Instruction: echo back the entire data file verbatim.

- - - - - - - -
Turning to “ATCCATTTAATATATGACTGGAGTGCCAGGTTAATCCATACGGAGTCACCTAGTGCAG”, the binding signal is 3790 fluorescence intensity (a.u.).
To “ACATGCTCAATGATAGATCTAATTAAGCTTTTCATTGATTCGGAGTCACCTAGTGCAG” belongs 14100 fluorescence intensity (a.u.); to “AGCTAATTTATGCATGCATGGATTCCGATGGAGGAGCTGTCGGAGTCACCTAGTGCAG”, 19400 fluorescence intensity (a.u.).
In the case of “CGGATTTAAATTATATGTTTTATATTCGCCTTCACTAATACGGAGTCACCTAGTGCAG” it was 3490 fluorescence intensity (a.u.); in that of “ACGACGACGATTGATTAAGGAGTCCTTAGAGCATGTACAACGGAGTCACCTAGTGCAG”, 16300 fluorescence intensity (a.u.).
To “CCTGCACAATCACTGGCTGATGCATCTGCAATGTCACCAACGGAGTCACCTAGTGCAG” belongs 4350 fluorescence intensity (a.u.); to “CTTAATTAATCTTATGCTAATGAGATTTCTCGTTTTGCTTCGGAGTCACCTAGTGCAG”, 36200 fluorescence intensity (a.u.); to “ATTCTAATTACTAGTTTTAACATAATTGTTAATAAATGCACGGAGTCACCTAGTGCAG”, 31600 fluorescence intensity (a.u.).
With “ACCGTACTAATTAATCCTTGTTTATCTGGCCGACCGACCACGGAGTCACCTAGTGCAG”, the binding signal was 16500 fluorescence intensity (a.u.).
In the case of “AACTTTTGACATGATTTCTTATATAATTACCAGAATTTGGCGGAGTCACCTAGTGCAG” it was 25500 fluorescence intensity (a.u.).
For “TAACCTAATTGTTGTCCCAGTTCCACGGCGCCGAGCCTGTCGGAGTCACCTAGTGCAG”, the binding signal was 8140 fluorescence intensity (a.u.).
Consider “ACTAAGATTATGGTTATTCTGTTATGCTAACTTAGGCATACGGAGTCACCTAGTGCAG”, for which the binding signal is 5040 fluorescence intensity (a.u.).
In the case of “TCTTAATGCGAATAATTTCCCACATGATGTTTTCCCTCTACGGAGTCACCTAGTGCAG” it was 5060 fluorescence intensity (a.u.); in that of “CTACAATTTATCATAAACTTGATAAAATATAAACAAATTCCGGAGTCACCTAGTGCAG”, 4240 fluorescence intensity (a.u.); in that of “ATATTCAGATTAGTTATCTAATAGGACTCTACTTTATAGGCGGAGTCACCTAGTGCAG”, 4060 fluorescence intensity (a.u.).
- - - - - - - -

Turning to “ATCCATTTAATATATGACTGGAGTGCCAGGTTAATCCATACGGAGTCACCTAGTGCAG”, the binding signal is 3790 fluorescence intensity (a.u.).
To “ACATGCTCAATGATAGATCTAATTAAGCTTTTCATTGATTCGGAGTCACCTAGTGCAG” belongs 14100 fluorescence intensity (a.u.); to “AGCTAATTTATGCATGCATGGATTCCGATGGAGGAGCTGTCGGAGTCACCTAGTGCAG”, 19400 fluorescence intensity (a.u.).
In the case of “CGGATTTAAATTATATGTTTTATATTCGCCTTCACTAATACGGAGTCACCTAGTGCAG” it was 3490 fluorescence intensity (a.u.); in that of “ACGACGACGATTGATTAAGGAGTCCTTAGAGCATGTACAACGGAGTCACCTAGTGCAG”, 16300 fluorescence intensity (a.u.).
To “CCTGCACAATCACTGGCTGATGCATCTGCAATGTCACCAACGGAGTCACCTAGTGCAG” belongs 4350 fluorescence intensity (a.u.); to “CTTAATTAATCTTATGCTAATGAGATTTCTCGTTTTGCTTCGGAGTCACCTAGTGCAG”, 36200 fluorescence intensity (a.u.); to “ATTCTAATTACTAGTTTTAACATAATTGTTAATAAATGCACGGAGTCACCTAGTGCAG”, 31600 fluorescence intensity (a.u.).
With “ACCGTACTAATTAATCCTTGTTTATCTGGCCGACCGACCACGGAGTCACCTAGTGCAG”, the binding signal was 16500 fluorescence intensity (a.u.).
In the case of “AACTTTTGACATGATTTCTTATATAATTACCAGAATTTGGCGGAGTCACCTAGTGCAG” it was 25500 fluorescence intensity (a.u.).
For “TAACCTAATTGTTGTCCCAGTTCCACGGCGCCGAGCCTGTCGGAGTCACCTAGTGCAG”, the binding signal was 8140 fluorescence intensity (a.u.).
Consider “ACTAAGATTATGGTTATTCTGTTATGCTAACTTAGGCATACGGAGTCACCTAGTGCAG”, for which the binding signal is 5040 fluorescence intensity (a.u.).
In the case of “TCTTAATGCGAATAATTTCCCACATGATGTTTTCCCTCTACGGAGTCACCTAGTGCAG” it was 5060 fluorescence intensity (a.u.); in that of “CTACAATTTATCATAAACTTGATAAAATATAAACAAATTCCGGAGTCACCTAGTGCAG”, 4240 fluorescence intensity (a.u.); in that of “ATATTCAGATTAGTTATCTAATAGGACTCTACTTTATAGGCGGAGTCACCTAGTGCAG”, 4060 fluorescence intensity (a.u.).